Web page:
When “Ho Hey” came out in 2012, it was inescapable. It was being play on most radio stations, plenty of commercials, trailers, etc. This was okay at first, but the song got old fast. It was the kind of inoffensive folk rock song that was cute enough to make it big in the mainstream. It just did not seem impressive, especially coming out after Mumford and Sons was already doing folk rock better.
Clearly my expectations were clearly not through the roof, and after listening I feel like my expectations were appropriate. This is because that this album is pretty unsatisfying on almost all layers. The songs are underwritten and underdeveloped, causing this album to be largely forgettable.
The first half is definitely much stronger, providing the album’s more memorable songs. The opener “Sleep on the Floor” is memorable because of how frustrating it is. Lyrically it is fine and lead singer Wesley Schultz delivers but it is such a blatant copy of “Ho Hey.” As soon as the first chords are played I heard it and could not let go of how much it annoyed me. After almost four years between albums you would think they could write something new.
Next is “Ophelia,” the first single from this record. The song is about looking back at an old relationship, even after life has moved forward from there. The song definitely falls into the same category as “Ho Hey” as it is fluffy and light but does not really pack much of an emotional punch. The fluttering piano and nice flow make it memorable but considering the charts have already forgotten about this one, I doubt it will be overplayed like “Ho Hey.”
The title track is actually one of the best songs on here, and definitely surprised me. Schultz sings from the perspective of Cleopatra who famously was forced to marry for power and did not get to be with the person she truly loved. The framing then shows that Schultz is seeing Cleopatra he identifies with. The lyrics are deep and require analysis and while I feel the song is just shy of great, it is worth a listen.
The symbolic songs continue with “Gun Song” where a gun is representation of maturity. The metaphor is interesting and could have made for a great song but sadly this track is not written to the extent it needs to be. It is only a little over three and a half minutes and a large portion of that is wasted on hearing “la la la la la” repeated over and over.
“Angela” is another great track, mainly because of how much I personally connect to the lyrical content of it. The titular Angela is escaping her hometown, seemingly leaving behind Schultz, to find herself. The resolve is that Angela comes back “home at last” to be with Schultz and we get a sense of how he was been dealing with her absence. I, myself, have been in a committed long distance relationship with my girlfriend who is at school back in Massachusetts. I connect with the character of Angela who needs to be free to find herself, but still ends up coming back home.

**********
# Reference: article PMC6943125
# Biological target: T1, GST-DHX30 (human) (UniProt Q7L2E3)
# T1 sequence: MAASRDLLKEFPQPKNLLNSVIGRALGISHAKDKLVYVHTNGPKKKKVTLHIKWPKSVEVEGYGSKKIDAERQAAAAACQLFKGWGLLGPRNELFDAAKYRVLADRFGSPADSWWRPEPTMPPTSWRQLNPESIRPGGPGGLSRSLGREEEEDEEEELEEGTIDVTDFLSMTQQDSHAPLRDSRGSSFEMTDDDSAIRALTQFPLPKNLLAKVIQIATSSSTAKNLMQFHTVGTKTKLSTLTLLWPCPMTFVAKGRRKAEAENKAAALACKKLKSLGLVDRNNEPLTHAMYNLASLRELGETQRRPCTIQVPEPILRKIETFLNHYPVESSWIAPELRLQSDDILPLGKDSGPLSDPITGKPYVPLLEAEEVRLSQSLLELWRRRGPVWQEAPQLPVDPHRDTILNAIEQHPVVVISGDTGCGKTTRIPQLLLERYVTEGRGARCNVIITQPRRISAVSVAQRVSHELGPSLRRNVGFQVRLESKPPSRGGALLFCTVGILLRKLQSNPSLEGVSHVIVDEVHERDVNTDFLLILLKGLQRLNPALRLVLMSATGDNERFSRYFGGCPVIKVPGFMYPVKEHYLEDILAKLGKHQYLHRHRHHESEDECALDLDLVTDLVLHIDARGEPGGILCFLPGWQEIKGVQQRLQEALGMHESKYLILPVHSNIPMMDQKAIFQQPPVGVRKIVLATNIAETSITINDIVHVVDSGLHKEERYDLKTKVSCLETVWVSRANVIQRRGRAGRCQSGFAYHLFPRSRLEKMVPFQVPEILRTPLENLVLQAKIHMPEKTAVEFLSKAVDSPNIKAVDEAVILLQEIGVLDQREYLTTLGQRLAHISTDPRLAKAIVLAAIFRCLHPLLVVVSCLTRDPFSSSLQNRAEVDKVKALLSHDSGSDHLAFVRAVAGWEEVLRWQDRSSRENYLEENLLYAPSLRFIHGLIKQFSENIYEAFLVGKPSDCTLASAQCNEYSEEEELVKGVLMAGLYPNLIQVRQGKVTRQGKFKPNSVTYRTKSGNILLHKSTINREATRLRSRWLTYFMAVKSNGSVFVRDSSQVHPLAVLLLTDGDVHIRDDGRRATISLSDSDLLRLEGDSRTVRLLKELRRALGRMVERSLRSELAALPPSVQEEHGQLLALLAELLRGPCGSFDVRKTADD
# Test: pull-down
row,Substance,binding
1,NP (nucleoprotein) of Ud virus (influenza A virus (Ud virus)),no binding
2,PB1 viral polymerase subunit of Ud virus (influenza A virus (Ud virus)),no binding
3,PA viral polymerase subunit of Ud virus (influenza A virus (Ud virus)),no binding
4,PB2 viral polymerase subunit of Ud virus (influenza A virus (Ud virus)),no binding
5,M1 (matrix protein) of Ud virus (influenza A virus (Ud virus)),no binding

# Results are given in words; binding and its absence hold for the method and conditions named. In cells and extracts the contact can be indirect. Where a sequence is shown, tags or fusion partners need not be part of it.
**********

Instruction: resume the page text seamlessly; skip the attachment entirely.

After this emotional climax, the album never hits the highs of that track. There are moments I enjoy like “Gale Song” which was featured on the Hunger Games: Catching Fire soundtrack all the way back in 2013. The song is written from the perspective of the character Gale from the Hunger Games franchise, but can still be enjoyed without any context from the movies. The song does fit on this album better than expected, but I was still disappointed that they decided to throw such an old song on here.
I was hoping that “Long Way From Home” would grow on me with time but sadly it does not. The song is far from bad and is coming from a very personal place as the lyrics are from the point of view of a man dying in a hospital room. Schultz’ vocal delivery is great, channeling the late Jeff Buckley, someone I am sure has been an influence to him. He shares memories and regrets but the song does not go far enough to be as emotional as it could have been. The song is only two and a half minutes long, which is much to short for any folk song, especially one like this.
I am sure fans of The Lumineers will love this and want to analyze every single lyrics, and there are definitely moments I enjoyed looking into, but I wish those moments were more plentiful. With a few years to prepare, I really was hoping for more than this, and maybe in a few years the group will put out something great. This needs to come quick though because I am not sure how relevant this group can remain if they keep putting out material like this.
Best Tracks: Cleopatra, Angela, Gale Song, My Eyes
Worst Track: In the Light